More than 70 health organizations call for action on climate change
Indiana ranks 14th in asthma-related deaths in the United States In 2016, there were about six times more tick-borne illnesses in the state than there were ten years ago. Health experts say rising temperatures are making these and other problems worse – and it’s time for the United States to fix them.
More than 70 healthcare organizations in the United States are calling on government and business leaders to act on the climate crisis. They say that things that are good for the climate are often good for public health. Renewable energy, for example, helps reduce ozone pollution and harmful particles in the air that lead to heart and lung problems.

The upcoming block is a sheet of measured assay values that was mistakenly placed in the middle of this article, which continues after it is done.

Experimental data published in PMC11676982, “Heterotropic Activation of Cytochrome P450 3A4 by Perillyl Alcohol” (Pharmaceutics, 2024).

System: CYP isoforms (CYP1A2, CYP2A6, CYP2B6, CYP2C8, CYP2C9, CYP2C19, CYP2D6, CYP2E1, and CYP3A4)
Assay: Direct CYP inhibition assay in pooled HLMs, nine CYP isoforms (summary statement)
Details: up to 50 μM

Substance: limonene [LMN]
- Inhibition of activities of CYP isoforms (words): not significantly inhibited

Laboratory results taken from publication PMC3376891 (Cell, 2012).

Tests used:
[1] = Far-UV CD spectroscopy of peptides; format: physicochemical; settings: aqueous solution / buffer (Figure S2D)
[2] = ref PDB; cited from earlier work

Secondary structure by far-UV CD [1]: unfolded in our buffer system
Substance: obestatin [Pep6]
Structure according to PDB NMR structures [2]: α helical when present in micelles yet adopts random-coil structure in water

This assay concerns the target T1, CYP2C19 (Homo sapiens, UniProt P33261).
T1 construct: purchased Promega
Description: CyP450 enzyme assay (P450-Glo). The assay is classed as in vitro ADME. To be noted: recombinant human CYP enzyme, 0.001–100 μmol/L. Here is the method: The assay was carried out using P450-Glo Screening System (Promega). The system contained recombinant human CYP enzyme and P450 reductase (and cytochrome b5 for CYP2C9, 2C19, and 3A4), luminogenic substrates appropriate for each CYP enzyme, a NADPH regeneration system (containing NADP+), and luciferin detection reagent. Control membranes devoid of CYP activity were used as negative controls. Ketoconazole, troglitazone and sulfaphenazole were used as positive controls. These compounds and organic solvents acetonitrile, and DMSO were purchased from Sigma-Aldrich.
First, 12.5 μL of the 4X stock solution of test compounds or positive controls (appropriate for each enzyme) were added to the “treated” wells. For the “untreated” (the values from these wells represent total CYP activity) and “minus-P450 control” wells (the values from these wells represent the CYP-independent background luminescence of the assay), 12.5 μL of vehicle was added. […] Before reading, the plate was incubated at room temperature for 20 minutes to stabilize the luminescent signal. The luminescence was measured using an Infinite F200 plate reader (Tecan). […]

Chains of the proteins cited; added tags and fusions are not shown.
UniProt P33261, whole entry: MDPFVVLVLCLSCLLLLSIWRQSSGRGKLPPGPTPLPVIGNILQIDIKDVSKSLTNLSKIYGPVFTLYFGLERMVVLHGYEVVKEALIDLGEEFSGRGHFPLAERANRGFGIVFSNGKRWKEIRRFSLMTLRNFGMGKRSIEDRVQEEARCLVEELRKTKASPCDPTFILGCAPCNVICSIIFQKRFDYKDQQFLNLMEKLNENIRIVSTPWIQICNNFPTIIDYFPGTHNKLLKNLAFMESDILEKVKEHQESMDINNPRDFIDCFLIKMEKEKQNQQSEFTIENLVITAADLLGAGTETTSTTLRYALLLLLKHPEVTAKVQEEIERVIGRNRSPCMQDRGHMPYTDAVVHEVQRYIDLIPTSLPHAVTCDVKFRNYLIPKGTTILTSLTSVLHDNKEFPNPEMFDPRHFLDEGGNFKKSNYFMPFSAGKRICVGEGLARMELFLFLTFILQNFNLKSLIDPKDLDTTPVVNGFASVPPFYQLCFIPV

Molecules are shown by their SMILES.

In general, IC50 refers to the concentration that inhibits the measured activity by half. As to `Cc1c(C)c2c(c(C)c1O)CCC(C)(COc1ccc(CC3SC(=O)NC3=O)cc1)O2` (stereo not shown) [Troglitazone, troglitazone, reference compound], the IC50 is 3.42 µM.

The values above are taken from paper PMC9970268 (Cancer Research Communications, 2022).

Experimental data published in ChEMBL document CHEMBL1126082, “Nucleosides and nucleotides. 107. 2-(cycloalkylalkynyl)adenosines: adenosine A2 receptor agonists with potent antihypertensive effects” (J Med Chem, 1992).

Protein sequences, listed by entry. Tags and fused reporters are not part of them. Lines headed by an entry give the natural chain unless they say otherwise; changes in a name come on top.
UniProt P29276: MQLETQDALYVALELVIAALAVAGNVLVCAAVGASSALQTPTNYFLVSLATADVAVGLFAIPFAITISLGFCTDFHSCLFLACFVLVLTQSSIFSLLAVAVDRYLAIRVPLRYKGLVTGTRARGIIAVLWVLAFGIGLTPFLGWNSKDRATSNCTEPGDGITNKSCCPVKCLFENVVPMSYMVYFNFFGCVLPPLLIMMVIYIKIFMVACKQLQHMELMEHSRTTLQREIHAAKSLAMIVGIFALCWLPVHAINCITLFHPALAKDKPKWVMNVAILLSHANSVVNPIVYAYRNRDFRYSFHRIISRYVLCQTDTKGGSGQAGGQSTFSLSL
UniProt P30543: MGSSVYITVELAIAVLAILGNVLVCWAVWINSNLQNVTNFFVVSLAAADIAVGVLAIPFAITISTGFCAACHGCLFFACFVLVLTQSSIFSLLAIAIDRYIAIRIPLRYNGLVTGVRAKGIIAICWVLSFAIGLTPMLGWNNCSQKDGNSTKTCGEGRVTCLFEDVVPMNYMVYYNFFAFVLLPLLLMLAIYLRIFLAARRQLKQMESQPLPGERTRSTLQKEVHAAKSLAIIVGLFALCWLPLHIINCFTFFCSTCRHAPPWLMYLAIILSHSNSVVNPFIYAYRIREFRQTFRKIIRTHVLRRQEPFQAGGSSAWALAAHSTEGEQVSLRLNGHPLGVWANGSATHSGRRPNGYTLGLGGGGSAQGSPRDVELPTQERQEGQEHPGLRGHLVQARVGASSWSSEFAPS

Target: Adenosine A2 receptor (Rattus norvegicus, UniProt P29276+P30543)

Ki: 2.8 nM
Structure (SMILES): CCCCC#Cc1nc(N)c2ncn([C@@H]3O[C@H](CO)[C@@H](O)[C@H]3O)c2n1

Children, the elderly, minorities and low-income populations are particularly vulnerable to many of these health problems.
Dr. Aparna Bole is on the Environmental Health Council of the American Academy of Pediatrics. She says it’s time for healthcare professionals to take their seats at the table.
“This health is always a priority when considering policies related to energy, transport, food systems and some of the other areas described here – I think it is of crucial importance,” said Bole.
Dr. Laura Anderko works at the Mid-Atlantic Center for Children’s Health and the Environment. She says many people don’t realize that poor air quality can also cause children to miss school or adults to miss work, which affects the economy.
“I really think that if more people could connect these dots, we would advance healthy public policy faster than we are currently doing,” Anderko said.
Experts also say the United States must do more to make healthcare facilities and communities resilient in the face of climate change.
Indiana Environmental Reports are supported by the Environmental Resilience Institute, an Indiana University Grand Challenge project that develops Indiana-specific projections and informed responses to environmental change issues. .